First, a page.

One of the most successful and revered writers of direct mail (or, as he preferred to call it, “junk mail”) was the lateBill Jayme. When the New York Times asked him what made his sales messages so powerful, he put it down to one trait: empathy.
Empathy. That’s a bit harder than talking about yourself. But it’s not impossible. You just need to think a bit more before you write.
The more empathy you can show with your reader, the more likely you are to get them nodding their head and saying that internal “yes”. It’s only then that your message will cease to be a one-way broadcast and start to become truly engaging.
There’s a piece of marketing advice you’ve probably heard many, many times before: talk about the benefits of your product or service rather than its features. The reason of course, is that by talking about benefits you are explaining to a reader what they will get for themselves.
This basic advice often gets ignored. Why? Because for all of us, it’s very easy to fall back into seeing the world from our own position.
One way you can assess the likely effectiveness of your written message is to measure what I call the “You-to-We” ratio. It’s quite easy to do.
You just go through and count up the number of words in which you are talking about yourself. That’ll be “We”, “Our”, “Us” and your business name.
Then, count the customer-focused words. That’ll be “You” obviously, and also “Your”.
(OK, now this is the bit where, as a words person, I try to do maths. Wish me luck…)
If you take the number of customer-focused words, divide it by the total number of words you counted up, and then multiply the answer by 100, that’ll give you the percentage.
(I think that’s right, but if not, ask someone from the financial sector.)
My own preference is for the ratio to be at least balanced, or leaning in the direction of the customer. It doesn’t need to be overwhelmingly so: I’ve seen some very good material in which the You-to-We ratio is around 50/50, or 55/45.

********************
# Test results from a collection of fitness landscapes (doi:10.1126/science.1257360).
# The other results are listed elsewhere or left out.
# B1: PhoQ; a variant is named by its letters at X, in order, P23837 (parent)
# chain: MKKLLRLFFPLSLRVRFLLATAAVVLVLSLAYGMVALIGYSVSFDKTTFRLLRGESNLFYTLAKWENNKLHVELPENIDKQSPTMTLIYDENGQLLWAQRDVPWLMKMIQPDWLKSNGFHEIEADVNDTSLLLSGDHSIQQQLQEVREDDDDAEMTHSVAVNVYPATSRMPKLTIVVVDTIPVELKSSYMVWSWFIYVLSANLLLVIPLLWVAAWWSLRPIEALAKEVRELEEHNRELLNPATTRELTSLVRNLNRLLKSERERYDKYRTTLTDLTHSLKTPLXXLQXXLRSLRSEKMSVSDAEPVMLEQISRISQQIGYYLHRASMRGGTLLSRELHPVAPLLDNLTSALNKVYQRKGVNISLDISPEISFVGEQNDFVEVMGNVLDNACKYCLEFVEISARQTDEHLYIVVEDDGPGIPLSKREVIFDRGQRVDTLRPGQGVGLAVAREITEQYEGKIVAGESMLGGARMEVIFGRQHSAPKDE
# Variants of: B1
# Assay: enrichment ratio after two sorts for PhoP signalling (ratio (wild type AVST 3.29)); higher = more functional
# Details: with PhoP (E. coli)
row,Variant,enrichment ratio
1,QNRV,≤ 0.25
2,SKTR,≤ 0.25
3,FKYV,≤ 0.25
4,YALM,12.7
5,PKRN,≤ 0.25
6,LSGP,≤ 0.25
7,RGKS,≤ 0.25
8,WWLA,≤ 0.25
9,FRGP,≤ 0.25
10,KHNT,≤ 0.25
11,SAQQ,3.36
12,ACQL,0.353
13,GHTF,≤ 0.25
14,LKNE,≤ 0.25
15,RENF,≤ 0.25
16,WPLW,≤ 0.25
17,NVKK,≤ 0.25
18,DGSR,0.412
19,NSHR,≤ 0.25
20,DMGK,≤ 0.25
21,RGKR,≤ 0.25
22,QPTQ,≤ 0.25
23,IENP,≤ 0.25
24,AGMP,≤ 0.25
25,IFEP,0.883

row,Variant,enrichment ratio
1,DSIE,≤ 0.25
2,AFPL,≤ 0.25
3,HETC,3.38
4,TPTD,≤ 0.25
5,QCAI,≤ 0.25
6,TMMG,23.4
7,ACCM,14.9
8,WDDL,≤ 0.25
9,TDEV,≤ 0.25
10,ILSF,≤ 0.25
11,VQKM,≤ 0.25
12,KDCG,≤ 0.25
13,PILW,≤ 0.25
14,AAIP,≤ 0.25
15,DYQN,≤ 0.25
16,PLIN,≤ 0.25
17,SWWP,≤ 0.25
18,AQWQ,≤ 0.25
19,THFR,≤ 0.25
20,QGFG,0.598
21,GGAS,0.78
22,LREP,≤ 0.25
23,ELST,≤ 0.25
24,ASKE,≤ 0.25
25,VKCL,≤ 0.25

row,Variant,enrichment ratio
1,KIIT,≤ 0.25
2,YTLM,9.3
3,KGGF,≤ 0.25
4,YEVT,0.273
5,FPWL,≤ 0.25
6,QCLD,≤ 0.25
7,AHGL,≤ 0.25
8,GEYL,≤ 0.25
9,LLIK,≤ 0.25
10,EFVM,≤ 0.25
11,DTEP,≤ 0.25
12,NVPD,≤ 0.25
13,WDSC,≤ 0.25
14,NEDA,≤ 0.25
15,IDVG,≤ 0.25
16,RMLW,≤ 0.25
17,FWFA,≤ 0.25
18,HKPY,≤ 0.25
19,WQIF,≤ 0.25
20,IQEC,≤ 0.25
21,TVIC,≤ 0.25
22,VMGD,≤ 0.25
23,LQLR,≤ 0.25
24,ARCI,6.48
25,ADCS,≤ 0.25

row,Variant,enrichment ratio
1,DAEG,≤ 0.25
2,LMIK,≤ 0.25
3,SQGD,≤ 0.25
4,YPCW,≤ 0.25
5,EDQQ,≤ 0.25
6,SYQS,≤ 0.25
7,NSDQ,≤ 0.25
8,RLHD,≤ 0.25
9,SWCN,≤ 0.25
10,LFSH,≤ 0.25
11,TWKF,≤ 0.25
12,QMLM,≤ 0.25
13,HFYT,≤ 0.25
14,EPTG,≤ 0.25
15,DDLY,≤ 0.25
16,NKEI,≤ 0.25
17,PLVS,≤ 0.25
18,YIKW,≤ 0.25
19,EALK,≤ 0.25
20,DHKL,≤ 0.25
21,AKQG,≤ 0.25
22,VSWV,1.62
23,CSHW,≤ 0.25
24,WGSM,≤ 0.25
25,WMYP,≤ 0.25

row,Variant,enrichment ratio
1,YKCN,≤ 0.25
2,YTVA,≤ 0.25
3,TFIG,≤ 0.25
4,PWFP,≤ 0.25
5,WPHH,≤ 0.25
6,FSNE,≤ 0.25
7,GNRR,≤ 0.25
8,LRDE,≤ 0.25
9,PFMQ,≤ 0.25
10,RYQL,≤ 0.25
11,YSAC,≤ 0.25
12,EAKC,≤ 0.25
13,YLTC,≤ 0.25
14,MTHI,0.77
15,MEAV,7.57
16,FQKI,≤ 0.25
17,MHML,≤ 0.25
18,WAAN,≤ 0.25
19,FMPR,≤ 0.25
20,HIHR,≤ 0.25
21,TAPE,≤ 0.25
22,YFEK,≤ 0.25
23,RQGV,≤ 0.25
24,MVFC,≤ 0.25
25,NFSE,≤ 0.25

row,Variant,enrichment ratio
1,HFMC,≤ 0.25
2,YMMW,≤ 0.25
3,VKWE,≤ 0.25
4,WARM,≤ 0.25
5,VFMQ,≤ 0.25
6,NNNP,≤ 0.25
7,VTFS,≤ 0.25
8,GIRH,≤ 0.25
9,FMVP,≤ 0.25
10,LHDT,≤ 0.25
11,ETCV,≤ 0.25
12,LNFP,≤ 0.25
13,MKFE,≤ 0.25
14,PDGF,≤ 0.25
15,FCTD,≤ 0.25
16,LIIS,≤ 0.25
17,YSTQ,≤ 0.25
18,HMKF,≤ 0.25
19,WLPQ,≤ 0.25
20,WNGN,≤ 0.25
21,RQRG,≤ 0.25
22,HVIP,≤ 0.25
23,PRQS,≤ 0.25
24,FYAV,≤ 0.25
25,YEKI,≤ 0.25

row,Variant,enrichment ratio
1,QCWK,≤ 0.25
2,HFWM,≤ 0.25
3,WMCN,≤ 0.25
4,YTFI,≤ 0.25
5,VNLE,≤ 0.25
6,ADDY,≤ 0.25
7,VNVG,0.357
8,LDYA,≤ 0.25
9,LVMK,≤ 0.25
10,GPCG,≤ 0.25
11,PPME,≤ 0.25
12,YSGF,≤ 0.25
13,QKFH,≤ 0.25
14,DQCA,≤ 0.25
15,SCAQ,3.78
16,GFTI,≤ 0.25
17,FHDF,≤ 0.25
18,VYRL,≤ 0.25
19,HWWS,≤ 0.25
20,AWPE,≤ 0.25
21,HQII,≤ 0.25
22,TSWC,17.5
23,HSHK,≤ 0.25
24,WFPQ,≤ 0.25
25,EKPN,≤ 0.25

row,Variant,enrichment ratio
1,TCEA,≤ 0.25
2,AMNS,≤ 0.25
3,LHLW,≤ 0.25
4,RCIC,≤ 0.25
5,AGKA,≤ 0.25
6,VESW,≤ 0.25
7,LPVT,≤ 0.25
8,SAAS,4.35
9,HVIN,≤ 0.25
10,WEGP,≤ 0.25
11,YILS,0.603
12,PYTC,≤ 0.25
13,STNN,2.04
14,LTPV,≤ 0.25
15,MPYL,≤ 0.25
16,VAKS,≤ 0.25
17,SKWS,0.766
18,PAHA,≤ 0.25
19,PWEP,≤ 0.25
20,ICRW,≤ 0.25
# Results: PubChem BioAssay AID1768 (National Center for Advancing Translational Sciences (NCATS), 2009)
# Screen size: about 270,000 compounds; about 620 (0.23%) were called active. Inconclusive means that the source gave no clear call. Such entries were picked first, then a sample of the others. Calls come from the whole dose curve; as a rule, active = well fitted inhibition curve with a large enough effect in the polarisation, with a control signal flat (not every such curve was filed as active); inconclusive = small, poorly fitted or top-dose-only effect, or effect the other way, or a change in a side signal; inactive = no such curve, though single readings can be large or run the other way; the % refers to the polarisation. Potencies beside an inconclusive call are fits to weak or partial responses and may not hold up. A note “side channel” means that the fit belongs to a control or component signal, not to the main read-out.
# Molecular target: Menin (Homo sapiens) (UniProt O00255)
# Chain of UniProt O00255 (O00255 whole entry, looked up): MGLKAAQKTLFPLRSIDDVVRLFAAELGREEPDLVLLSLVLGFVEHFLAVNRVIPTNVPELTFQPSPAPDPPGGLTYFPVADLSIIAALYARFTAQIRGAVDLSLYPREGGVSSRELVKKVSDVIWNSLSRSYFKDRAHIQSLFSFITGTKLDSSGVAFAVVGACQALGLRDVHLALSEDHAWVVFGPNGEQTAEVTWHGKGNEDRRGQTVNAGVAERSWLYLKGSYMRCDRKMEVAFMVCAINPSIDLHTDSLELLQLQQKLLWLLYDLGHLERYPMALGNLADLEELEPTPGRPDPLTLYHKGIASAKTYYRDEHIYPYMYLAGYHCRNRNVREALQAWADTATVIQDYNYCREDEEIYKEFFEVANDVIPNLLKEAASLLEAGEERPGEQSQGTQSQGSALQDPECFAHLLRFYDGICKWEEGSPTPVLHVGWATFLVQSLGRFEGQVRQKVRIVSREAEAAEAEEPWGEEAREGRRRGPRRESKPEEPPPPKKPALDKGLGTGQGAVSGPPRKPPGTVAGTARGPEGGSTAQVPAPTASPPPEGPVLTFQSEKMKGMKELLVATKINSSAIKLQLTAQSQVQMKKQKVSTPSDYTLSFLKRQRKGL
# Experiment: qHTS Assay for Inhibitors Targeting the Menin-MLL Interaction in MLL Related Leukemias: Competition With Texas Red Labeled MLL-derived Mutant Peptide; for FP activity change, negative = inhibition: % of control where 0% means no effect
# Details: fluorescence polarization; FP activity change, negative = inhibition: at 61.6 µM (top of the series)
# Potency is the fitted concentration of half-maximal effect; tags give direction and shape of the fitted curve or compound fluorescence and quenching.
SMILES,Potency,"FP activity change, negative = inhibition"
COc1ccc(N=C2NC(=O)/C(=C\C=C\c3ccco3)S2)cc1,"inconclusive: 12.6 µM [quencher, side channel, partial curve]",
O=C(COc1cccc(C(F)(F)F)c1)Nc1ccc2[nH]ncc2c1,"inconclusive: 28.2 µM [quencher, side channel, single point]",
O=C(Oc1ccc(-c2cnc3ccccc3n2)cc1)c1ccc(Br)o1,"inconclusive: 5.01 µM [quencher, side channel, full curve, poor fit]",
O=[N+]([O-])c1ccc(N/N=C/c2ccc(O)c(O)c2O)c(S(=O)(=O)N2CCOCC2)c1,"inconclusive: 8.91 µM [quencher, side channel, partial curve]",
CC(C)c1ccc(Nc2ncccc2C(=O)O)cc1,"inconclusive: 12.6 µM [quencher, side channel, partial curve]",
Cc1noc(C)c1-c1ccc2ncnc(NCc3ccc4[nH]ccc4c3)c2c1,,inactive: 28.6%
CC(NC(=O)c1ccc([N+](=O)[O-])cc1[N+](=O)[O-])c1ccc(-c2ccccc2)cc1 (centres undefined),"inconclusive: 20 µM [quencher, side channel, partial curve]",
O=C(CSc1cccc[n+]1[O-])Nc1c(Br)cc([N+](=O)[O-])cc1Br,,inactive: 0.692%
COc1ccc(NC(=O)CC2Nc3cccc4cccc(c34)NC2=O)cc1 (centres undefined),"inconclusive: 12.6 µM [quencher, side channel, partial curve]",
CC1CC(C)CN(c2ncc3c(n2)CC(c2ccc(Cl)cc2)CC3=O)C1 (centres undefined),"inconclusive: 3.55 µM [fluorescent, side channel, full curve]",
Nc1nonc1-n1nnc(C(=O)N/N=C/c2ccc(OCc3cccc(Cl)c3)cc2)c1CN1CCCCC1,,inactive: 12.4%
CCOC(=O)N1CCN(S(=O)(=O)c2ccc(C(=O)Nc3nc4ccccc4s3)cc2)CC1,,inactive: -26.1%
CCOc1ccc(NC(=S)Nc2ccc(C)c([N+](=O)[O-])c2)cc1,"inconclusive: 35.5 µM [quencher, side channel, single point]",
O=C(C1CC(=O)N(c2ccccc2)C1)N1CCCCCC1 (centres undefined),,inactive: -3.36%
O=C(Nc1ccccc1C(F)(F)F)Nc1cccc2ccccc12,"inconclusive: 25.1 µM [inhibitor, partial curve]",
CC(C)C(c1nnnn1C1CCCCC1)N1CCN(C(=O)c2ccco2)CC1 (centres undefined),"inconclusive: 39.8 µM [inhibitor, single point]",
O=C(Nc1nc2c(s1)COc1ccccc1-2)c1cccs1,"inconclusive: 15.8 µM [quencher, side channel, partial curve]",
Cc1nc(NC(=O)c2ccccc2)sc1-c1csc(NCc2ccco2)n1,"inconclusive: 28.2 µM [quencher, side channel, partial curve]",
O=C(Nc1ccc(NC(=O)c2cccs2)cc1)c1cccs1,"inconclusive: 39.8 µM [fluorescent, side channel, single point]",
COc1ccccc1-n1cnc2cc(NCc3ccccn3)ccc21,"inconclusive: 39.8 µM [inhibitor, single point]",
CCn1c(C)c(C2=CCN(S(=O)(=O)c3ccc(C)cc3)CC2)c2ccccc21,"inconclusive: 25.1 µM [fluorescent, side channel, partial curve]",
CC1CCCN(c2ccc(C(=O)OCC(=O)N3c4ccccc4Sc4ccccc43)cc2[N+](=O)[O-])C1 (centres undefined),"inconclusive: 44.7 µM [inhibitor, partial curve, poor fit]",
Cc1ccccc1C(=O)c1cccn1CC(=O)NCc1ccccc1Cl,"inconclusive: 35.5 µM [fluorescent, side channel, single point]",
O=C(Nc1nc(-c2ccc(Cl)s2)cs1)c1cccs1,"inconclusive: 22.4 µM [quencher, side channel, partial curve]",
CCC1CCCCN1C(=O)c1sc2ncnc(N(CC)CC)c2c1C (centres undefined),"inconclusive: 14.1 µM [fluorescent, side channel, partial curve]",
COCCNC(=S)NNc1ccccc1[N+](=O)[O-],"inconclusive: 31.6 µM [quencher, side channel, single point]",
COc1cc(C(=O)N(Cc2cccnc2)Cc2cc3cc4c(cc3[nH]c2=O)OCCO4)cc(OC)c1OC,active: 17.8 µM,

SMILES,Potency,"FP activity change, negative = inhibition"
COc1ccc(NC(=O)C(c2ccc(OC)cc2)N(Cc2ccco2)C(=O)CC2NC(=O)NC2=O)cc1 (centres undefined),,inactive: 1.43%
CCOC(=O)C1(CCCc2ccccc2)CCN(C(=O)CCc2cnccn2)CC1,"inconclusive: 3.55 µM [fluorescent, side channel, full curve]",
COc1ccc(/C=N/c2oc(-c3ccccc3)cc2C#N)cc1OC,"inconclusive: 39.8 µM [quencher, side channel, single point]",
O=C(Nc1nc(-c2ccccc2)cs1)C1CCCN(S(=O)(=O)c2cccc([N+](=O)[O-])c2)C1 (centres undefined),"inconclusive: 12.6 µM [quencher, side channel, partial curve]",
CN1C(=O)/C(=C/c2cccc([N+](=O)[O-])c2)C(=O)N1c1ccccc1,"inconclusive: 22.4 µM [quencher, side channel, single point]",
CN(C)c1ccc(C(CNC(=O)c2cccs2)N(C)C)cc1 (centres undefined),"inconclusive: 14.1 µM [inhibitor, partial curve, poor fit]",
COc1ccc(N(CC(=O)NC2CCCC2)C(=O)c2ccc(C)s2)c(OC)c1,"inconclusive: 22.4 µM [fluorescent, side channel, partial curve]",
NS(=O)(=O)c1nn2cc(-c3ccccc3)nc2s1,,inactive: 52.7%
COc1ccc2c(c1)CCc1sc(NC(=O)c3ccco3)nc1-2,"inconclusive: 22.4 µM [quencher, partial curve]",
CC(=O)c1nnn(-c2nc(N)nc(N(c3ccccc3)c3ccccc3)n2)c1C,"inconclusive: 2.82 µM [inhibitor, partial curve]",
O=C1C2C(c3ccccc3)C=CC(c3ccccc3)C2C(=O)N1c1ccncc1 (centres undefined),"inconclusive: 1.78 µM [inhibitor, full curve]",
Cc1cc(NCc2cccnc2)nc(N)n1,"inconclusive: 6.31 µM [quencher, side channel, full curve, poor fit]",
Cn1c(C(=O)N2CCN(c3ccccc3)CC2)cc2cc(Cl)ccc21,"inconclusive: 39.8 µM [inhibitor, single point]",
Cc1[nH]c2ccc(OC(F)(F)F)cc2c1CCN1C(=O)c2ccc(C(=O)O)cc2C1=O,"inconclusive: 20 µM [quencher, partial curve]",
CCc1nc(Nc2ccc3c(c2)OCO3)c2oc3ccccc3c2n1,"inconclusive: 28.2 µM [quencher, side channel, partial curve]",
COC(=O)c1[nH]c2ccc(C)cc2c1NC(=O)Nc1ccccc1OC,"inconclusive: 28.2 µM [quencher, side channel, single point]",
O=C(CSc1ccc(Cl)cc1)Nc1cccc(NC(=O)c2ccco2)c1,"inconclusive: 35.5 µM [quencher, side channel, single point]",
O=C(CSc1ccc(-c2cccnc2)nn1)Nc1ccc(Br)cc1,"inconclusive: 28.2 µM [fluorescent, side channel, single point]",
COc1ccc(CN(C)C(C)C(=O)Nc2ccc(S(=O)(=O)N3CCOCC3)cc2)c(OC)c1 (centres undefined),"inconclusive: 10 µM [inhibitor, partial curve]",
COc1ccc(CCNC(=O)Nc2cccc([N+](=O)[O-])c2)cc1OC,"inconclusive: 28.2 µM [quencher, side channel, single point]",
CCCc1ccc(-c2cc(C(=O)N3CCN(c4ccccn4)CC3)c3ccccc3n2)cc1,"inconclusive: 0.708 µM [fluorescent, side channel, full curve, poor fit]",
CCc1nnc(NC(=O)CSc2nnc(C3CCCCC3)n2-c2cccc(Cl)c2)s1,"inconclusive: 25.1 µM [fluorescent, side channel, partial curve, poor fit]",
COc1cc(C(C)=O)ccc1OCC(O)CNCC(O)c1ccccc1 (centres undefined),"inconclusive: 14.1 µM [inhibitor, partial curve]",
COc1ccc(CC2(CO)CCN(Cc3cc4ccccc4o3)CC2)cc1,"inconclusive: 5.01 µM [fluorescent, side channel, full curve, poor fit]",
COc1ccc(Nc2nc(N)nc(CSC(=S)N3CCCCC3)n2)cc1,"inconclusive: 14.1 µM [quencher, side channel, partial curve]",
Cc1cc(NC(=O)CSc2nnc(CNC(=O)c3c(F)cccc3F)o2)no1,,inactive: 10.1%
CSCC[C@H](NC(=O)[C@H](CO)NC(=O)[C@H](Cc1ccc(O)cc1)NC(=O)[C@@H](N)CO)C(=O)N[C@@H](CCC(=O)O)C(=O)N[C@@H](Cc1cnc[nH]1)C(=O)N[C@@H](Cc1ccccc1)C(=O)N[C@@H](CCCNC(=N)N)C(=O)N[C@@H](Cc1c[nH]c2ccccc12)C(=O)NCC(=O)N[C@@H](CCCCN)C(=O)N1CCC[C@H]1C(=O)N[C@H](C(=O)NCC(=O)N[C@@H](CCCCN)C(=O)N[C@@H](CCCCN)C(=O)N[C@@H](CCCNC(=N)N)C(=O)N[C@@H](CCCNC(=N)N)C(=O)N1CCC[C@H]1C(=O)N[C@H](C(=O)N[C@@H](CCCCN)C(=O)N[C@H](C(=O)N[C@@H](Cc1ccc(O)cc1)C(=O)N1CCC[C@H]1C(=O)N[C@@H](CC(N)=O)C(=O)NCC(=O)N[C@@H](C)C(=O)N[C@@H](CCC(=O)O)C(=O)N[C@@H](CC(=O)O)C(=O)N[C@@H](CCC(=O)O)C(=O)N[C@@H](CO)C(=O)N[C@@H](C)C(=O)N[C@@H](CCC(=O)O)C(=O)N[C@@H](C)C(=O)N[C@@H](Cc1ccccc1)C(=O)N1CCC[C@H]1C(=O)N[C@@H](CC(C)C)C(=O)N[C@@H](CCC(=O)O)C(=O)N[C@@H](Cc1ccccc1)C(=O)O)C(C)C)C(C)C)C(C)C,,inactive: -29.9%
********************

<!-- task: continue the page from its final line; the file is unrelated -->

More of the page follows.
However, I’ve also seen many messages where the ratio is 15/85 – or even worse. In those cases, the business invariably comes across as bragging at its readers, instead of talking to them. It’s all a bit “We-We-We”.
This isn’t an exact science. I’m certainly not saying that “We” is a bad word. But when you use it, it’s far better if you are talking about yourself in the context of that all-important “You” – your customer.
I call it the You-to-We ratio, but there are other ways to describe it. I found an American marketing agency called FutureNow who have what they call a “WeWe Monitor“. You can find it ontheir website.
If you do end up concluding that your own website, or other written content, contains too much “We” and not enough “You”, don’t despair. It’s an opportunity. If my own experience in researching these things is anything to go by, I’m pretty sure you’ll find many, if not most of your competitors are doing the same thing.
Far from this being a negative, you’ve gained an awareness. You now have a chance to separate yourself from the rest and have the website in your sector that causes potential clients to stop, start reading, keep reading and then take action
Oh, hang on. You didn’t think I was going to letJulia get away without being assessed, did you?
Of course I’m not!
I’ve just done a word count of the copy on theGreen Umbrella landing page.
“You” = 16 (including 3 on the headline)
“Your” = 6
Total = 22
“Our” = 1
“Green Umbrella” = 1
Total = 2
(There are zero instances of “We”.)
That’s a You-To-We ratio of 92/8.
So, according to that, Green Umbrella greet their new visitors with a message that feels like a conversation, and which refers to the prospect or their business 92% of the time. They only mention themselves twice.
And on the two occasions when they do talk about themselves, it is in the context of the client: “…you have landed on our website” and, “Let Green Umbrella show you…”.
I think you’ll agree, that’s a very social style of marketing. I bet it works as well.